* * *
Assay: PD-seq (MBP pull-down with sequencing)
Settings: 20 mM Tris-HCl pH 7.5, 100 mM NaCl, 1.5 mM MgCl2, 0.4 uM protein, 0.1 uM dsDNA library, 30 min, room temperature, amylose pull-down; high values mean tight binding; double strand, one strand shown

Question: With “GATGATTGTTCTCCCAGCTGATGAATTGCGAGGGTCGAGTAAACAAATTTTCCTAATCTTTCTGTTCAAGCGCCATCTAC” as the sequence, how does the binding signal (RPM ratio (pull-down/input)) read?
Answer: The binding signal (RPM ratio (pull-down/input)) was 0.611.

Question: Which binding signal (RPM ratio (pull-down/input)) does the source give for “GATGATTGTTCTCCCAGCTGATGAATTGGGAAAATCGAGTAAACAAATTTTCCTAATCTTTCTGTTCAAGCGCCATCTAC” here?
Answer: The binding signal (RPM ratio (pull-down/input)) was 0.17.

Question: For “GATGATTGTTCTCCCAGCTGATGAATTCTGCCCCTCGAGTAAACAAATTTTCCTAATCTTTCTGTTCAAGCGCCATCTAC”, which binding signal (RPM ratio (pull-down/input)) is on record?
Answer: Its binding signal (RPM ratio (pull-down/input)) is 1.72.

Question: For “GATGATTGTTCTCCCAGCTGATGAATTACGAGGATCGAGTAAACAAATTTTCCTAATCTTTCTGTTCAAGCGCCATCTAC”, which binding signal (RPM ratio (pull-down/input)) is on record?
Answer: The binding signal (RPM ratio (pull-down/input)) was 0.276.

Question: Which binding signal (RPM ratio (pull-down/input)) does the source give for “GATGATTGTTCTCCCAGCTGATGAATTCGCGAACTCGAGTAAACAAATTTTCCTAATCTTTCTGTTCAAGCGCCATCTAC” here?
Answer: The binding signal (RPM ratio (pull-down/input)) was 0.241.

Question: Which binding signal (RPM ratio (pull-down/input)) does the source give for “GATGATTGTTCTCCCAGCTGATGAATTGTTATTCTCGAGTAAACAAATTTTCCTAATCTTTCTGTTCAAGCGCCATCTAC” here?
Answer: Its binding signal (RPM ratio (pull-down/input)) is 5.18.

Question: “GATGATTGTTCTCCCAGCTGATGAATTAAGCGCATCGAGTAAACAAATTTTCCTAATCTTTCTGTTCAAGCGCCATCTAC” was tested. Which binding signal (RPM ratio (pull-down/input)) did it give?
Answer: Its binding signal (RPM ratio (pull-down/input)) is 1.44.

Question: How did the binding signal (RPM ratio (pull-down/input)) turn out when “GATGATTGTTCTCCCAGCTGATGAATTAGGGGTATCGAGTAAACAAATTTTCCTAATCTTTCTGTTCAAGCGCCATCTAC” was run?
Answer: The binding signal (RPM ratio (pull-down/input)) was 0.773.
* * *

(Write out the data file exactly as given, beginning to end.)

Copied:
Assay: PD-seq (MBP pull-down with sequencing)
Settings: 20 mM Tris-HCl pH 7.5, 100 mM NaCl, 1.5 mM MgCl2, 0.4 uM protein, 0.1 uM dsDNA library, 30 min, room temperature, amylose pull-down; high values mean tight binding; double strand, one strand shown

Question: With “GATGATTGTTCTCCCAGCTGATGAATTGCGAGGGTCGAGTAAACAAATTTTCCTAATCTTTCTGTTCAAGCGCCATCTAC” as the sequence, how does the binding signal (RPM ratio (pull-down/input)) read?
Answer: The binding signal (RPM ratio (pull-down/input)) was 0.611.

Question: Which binding signal (RPM ratio (pull-down/input)) does the source give for “GATGATTGTTCTCCCAGCTGATGAATTGGGAAAATCGAGTAAACAAATTTTCCTAATCTTTCTGTTCAAGCGCCATCTAC” here?
Answer: The binding signal (RPM ratio (pull-down/input)) was 0.17.

Question: For “GATGATTGTTCTCCCAGCTGATGAATTCTGCCCCTCGAGTAAACAAATTTTCCTAATCTTTCTGTTCAAGCGCCATCTAC”, which binding signal (RPM ratio (pull-down/input)) is on record?
Answer: Its binding signal (RPM ratio (pull-down/input)) is 1.72.

Question: For “GATGATTGTTCTCCCAGCTGATGAATTACGAGGATCGAGTAAACAAATTTTCCTAATCTTTCTGTTCAAGCGCCATCTAC”, which binding signal (RPM ratio (pull-down/input)) is on record?
Answer: The binding signal (RPM ratio (pull-down/input)) was 0.276.

Question: Which binding signal (RPM ratio (pull-down/input)) does the source give for “GATGATTGTTCTCCCAGCTGATGAATTCGCGAACTCGAGTAAACAAATTTTCCTAATCTTTCTGTTCAAGCGCCATCTAC” here?
Answer: The binding signal (RPM ratio (pull-down/input)) was 0.241.

Question: Which binding signal (RPM ratio (pull-down/input)) does the source give for “GATGATTGTTCTCCCAGCTGATGAATTGTTATTCTCGAGTAAACAAATTTTCCTAATCTTTCTGTTCAAGCGCCATCTAC” here?
Answer: Its binding signal (RPM ratio (pull-down/input)) is 5.18.

Question: “GATGATTGTTCTCCCAGCTGATGAATTAAGCGCATCGAGTAAACAAATTTTCCTAATCTTTCTGTTCAAGCGCCATCTAC” was tested. Which binding signal (RPM ratio (pull-down/input)) did it give?
Answer: Its binding signal (RPM ratio (pull-down/input)) is 1.44.

Question: How did the binding signal (RPM ratio (pull-down/input)) turn out when “GATGATTGTTCTCCCAGCTGATGAATTAGGGGTATCGAGTAAACAAATTTTCCTAATCTTTCTGTTCAAGCGCCATCTAC” was run?
Answer: The binding signal (RPM ratio (pull-down/input)) was 0.773.